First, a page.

Saturday, September 26, 2009

Album Review: Le Loup

Upon first listen it appears that Le Loup wears their influences very brightly upon their sleeves. There are the joyous Brian Wilson-come-Animal Collective harmonies, the Grizzly Bear-esque atmospheric textures underpinned by wandering banjos and the merry Fleet Fox(ish) winter hymnals. Not a bad group of musicians to be lumped in with by any measure. But as wonderful as each of those respective bands can be, here's the thing that no one ever says about them - sometimes they're a bit boring. As much as I love Animal Collective, sometimes I just don't have the patience for 7-minutes of droning bees. Grizzly Bear can absolutely bring an angelic chorus like nobody else this side of Radiohead, but they're few and far between. And the Fleet Foxes, as beautiful as they often sound, only seem appropriate on snowy days.

Le Loup, on the other hand, are not only 'not boring,' they are down right compelling. Each subsequent listen of Family seems to simultaneously shrug off the initial comparisons to the above bands, while shedding light on a different set of influences, both strange and beautiful.

The opening track, "Saddle Mountain," sounds like a band of Celtic seafarers setting off on an epic journey through cold and treacherous waters. That's followed by "Beach Town," which imagines what Paul Simon's Graceland and OK Computer might sound like if they had a baby. "Grow," is a Ronettes song from outer space, "Sherpa," a joyous sing along, and "Neahkahnie," the best song the Shin's never wrote

At times the instrumentation on Family is sparse, the atmosphere, airy. Many of the songs take their time, stetching out and building upon themselves, adding layer upon layer. Patients will be required but the payoff is worth it. The title track, for instance, goes on for a few minutes utilizing nothing but some rattling sounds in the background and echoing, Nordic-sounding harmonies, all before busting into a good-times jam with acoustic guitars, synthy layers and Caribbean beats.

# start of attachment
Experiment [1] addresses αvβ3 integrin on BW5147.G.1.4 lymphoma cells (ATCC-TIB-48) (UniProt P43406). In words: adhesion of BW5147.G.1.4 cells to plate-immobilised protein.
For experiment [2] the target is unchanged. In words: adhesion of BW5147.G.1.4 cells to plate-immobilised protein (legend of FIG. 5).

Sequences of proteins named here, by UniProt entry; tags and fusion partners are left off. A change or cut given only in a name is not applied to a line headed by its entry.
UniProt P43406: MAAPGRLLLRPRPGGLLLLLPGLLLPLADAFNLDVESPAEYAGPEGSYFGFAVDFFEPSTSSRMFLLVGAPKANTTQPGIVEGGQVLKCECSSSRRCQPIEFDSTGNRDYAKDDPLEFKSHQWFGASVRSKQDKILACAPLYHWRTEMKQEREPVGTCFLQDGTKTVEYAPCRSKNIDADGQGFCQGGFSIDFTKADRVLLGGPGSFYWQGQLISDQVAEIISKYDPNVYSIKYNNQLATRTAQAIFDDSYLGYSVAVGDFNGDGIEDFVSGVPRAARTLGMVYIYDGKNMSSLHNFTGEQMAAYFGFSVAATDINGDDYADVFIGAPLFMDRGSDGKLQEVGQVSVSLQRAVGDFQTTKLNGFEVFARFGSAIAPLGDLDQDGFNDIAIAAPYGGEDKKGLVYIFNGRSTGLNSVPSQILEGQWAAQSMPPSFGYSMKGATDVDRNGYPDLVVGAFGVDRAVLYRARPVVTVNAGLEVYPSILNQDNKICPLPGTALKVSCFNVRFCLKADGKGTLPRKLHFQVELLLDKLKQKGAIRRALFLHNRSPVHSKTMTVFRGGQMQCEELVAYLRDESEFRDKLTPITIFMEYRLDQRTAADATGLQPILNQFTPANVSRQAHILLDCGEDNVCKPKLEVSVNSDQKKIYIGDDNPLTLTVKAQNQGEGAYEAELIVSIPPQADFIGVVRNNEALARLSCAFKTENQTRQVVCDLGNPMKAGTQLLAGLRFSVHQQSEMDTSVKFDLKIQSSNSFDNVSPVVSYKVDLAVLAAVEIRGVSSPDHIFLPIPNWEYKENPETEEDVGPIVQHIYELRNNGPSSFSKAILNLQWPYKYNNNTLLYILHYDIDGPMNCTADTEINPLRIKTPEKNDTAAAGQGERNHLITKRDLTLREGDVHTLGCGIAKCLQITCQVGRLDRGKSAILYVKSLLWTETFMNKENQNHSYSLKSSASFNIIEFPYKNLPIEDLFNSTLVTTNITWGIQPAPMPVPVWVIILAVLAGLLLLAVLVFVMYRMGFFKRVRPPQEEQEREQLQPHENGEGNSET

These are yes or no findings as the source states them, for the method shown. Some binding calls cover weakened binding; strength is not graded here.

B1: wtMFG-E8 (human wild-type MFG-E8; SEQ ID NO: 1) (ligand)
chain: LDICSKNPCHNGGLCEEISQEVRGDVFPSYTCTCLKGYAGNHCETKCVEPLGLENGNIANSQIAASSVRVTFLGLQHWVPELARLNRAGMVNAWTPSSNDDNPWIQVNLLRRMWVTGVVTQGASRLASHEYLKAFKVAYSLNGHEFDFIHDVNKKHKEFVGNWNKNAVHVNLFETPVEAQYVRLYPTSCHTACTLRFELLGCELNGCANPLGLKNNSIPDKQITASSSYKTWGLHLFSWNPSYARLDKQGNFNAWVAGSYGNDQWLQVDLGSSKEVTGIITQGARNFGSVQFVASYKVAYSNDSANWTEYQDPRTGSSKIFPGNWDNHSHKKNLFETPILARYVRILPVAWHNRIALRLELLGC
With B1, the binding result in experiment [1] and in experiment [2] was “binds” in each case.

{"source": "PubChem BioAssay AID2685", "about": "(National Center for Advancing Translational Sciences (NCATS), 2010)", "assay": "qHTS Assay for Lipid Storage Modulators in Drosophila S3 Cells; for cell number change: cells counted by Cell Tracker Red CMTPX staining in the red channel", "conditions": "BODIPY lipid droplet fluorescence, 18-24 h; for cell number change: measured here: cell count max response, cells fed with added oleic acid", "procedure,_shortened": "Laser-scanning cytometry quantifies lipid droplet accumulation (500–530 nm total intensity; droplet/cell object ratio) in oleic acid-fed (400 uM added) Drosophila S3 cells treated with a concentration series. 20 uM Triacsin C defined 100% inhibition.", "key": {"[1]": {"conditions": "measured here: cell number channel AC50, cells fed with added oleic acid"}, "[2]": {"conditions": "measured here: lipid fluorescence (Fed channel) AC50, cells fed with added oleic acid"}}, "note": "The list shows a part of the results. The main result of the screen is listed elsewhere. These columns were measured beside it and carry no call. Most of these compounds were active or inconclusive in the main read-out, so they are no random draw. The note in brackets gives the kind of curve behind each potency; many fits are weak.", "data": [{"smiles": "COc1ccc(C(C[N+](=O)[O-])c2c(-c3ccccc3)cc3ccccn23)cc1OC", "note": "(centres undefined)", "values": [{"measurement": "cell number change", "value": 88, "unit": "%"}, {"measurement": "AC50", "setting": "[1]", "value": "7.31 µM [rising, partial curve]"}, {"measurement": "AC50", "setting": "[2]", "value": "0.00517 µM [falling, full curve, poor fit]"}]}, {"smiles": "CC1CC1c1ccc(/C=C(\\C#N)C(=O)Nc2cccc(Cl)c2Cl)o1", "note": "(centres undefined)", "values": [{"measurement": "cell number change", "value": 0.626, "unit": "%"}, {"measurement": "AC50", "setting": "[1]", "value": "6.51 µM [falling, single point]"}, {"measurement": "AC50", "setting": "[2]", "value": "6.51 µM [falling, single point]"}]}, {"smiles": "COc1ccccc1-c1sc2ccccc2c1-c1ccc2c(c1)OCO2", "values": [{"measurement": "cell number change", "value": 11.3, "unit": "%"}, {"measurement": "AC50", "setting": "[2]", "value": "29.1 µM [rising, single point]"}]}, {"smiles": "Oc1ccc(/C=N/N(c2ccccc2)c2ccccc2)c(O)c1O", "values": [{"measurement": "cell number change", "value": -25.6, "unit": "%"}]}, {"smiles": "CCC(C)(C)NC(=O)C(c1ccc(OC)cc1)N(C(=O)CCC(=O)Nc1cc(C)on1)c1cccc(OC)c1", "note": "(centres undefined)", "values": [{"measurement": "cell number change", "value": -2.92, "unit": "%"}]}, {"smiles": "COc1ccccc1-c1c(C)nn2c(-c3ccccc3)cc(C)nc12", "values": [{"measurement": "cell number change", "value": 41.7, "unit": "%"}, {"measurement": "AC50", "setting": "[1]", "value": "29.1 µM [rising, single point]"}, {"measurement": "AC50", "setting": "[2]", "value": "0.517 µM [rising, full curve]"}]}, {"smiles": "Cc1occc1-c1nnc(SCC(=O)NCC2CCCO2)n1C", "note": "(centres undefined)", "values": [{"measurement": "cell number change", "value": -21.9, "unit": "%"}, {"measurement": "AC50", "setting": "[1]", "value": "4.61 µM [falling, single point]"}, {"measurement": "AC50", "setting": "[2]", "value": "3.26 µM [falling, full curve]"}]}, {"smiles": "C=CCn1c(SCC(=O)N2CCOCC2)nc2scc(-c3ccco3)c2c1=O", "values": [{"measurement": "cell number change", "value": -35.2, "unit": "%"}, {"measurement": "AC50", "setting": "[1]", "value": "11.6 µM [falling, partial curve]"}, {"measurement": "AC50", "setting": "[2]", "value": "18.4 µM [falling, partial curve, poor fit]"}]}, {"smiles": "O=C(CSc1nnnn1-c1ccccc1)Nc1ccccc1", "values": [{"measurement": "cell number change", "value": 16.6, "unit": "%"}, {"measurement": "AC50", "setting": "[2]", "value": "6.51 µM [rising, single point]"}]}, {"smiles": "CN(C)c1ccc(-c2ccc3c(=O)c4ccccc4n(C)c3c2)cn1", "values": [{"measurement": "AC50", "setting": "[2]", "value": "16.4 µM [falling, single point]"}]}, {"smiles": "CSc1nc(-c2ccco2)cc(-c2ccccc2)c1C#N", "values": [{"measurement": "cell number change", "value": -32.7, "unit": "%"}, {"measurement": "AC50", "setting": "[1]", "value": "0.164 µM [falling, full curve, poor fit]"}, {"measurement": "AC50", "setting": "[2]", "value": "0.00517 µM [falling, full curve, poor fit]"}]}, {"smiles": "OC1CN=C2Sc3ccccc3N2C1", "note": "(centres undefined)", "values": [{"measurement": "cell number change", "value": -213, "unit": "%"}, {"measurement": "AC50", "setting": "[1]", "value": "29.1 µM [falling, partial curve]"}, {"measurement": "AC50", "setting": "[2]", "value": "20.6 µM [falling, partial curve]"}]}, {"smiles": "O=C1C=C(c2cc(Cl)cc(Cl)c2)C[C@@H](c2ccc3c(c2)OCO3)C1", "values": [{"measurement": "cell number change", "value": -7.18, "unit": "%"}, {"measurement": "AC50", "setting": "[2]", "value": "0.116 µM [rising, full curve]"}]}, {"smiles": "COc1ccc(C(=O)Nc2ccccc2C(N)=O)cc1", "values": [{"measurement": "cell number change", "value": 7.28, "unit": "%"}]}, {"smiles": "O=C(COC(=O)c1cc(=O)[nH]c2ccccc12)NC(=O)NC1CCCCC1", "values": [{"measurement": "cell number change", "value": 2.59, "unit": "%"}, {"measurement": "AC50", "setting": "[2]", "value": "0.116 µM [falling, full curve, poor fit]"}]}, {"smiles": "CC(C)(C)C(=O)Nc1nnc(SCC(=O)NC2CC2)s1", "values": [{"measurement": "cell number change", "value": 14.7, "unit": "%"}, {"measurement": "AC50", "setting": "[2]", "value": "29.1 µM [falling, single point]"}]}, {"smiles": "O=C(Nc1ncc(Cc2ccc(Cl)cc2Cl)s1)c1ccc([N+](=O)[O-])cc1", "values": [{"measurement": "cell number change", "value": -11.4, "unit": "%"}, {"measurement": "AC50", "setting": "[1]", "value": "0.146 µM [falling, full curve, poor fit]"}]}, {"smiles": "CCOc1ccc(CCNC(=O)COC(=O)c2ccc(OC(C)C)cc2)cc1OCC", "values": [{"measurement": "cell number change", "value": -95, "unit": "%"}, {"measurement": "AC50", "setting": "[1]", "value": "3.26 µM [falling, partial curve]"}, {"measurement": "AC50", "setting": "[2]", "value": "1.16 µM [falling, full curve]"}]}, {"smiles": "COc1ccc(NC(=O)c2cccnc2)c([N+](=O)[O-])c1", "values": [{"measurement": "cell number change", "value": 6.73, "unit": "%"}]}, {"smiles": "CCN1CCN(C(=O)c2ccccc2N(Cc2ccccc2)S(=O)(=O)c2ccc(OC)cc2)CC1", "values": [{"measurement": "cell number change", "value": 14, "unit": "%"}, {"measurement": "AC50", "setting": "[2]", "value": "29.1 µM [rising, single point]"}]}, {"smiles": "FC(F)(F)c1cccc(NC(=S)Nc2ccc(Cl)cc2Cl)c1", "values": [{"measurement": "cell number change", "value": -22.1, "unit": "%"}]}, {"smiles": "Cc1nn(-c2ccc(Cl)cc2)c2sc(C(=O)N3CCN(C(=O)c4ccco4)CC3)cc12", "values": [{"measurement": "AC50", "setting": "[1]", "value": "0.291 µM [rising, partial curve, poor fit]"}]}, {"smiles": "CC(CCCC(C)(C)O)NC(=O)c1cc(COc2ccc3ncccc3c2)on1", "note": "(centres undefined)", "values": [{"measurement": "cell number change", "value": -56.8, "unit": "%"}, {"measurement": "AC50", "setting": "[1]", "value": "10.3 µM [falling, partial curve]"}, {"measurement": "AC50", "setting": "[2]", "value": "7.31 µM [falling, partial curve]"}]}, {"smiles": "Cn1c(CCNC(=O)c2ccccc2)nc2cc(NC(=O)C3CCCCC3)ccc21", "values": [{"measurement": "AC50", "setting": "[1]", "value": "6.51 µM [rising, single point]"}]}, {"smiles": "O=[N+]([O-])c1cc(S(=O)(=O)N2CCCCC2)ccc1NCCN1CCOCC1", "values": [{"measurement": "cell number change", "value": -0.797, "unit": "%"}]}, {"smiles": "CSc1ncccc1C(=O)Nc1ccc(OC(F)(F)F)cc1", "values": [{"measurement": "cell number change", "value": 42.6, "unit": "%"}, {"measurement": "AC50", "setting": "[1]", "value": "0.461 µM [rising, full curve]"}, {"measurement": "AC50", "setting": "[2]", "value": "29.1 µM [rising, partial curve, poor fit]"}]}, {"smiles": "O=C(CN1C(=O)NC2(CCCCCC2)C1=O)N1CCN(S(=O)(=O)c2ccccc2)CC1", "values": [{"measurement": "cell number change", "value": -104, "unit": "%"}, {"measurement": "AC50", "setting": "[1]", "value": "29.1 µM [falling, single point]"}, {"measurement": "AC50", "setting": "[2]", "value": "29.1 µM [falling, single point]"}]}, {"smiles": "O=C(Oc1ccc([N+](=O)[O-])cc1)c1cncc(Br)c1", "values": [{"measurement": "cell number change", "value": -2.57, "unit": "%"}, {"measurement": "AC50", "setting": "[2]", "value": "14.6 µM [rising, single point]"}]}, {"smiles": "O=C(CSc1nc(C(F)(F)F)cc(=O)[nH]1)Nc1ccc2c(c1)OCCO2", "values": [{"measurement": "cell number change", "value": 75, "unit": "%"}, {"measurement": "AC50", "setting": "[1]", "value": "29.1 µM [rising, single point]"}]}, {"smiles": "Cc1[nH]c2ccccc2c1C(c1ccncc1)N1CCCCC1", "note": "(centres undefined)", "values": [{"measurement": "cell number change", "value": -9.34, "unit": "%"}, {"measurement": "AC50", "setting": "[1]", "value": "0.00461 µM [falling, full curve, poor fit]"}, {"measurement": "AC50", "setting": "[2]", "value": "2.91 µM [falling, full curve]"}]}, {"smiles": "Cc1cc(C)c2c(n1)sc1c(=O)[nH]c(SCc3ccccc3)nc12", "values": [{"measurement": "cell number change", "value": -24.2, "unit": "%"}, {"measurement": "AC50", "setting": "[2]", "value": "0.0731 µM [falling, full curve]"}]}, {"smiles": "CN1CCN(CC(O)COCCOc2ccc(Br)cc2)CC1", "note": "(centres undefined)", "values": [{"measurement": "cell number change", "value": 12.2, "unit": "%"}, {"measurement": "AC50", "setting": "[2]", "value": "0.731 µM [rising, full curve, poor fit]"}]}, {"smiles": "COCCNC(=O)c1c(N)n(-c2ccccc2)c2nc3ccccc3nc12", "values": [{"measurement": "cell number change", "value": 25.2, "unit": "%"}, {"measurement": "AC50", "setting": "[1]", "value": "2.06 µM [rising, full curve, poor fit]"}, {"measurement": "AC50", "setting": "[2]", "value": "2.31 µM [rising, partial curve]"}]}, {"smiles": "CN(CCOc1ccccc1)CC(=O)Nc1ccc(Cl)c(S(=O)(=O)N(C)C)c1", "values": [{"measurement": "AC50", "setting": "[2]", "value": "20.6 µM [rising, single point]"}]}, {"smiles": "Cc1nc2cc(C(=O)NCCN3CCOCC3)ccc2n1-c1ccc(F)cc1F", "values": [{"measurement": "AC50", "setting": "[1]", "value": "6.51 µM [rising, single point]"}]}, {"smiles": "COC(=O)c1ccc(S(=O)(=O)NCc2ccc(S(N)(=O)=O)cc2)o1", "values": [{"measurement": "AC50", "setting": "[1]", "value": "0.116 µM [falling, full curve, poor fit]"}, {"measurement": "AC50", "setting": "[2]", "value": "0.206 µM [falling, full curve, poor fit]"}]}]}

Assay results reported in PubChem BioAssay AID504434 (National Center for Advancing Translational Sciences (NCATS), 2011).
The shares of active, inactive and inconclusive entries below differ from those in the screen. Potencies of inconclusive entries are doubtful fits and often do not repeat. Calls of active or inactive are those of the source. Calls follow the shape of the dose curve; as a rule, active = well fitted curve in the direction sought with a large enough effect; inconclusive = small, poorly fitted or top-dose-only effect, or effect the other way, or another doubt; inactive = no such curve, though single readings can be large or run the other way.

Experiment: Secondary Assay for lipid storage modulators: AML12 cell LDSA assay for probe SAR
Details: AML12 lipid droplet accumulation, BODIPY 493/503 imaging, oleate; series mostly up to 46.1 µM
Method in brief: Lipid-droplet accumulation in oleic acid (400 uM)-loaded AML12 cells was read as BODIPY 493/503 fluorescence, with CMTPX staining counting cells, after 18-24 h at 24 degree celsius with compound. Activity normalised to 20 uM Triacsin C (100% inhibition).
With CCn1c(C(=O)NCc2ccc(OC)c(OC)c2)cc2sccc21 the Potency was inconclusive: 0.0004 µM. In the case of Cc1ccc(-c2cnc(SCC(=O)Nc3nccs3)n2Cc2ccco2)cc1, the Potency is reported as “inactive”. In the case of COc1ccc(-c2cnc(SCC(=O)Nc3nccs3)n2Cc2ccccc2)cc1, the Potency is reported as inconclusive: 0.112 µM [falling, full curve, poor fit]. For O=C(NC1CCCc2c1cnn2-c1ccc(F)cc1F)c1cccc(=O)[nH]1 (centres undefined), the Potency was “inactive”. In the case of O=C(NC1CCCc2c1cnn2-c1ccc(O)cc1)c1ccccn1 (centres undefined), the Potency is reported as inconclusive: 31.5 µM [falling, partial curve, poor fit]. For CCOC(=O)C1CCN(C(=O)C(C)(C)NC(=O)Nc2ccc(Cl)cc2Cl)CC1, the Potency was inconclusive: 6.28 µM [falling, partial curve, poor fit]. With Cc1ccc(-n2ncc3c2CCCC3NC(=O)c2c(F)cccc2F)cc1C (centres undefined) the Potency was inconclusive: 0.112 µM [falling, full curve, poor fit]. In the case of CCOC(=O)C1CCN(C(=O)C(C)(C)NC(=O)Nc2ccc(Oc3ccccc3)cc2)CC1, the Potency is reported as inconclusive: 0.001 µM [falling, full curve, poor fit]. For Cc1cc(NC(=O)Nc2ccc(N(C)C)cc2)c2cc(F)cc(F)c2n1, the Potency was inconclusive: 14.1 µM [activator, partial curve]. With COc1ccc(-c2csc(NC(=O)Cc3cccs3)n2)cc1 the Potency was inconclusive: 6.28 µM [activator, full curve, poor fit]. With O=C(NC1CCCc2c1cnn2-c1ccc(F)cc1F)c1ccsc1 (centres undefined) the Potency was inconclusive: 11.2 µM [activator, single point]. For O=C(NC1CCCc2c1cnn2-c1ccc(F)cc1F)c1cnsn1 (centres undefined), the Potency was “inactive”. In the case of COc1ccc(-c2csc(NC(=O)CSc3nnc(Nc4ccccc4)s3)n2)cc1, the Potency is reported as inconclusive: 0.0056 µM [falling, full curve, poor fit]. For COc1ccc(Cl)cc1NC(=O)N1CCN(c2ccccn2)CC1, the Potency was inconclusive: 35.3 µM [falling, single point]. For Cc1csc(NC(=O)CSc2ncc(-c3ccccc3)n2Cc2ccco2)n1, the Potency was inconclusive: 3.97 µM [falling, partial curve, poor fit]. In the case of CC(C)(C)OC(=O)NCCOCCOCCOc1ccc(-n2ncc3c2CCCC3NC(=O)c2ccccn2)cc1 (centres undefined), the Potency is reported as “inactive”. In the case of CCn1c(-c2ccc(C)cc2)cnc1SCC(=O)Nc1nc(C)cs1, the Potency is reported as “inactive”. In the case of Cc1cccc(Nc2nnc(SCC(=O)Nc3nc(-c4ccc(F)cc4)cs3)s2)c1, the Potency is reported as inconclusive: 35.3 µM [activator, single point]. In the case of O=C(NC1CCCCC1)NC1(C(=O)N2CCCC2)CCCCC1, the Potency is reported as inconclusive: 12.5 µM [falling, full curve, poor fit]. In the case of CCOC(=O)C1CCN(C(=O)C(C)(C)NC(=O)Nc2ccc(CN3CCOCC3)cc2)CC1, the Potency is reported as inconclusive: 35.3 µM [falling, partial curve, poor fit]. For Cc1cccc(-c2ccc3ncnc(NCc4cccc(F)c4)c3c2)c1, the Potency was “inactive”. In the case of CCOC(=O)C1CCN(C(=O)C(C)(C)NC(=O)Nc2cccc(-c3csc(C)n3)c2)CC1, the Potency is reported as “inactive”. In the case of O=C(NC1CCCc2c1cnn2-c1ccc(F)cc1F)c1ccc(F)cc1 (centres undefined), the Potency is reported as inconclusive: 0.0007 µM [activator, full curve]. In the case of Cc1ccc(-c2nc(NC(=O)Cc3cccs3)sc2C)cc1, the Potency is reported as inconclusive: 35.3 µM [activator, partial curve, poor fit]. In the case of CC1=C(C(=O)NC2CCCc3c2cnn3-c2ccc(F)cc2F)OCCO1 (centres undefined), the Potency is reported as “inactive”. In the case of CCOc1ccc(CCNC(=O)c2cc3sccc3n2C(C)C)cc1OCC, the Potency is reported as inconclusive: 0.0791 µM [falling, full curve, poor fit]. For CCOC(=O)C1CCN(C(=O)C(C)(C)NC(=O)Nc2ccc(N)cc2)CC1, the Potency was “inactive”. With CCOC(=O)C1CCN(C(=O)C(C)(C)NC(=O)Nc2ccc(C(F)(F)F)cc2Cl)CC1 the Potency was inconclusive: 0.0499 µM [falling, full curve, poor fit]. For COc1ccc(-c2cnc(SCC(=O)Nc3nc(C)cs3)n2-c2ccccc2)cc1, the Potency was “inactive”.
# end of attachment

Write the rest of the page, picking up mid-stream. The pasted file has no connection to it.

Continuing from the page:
When the instrumentation gets thin, Le Loup relies on the skilled and primal drumming of Robert Sahm to carry them to wherever it is they're going next. Sahm's beats figure heavy into the mix and often serve as the backbone to Sam Simkoff's pretty and far away vocals - Simkoff, utilizing the same reverb-heavy, distant singing style as My Morning Jacket's, Jim James. The blend of traditional instruments (banjos, bass, guitars) with modern components like keyboards and computers, makes for an often hypnotizing wall of sound that would leave Phil Spector smiling, even behind bars.

A lot of bands are great at mimicking whatever sound is presently popular. Le Loup, on the other hand, are reaching for something much higher than just being part of a scene, and they definitely have accomplished their goal with Family. A lot of care and thought clearly went into the making of this album and I'd suggest taking your family to the nearest record store and picking this one up, now.

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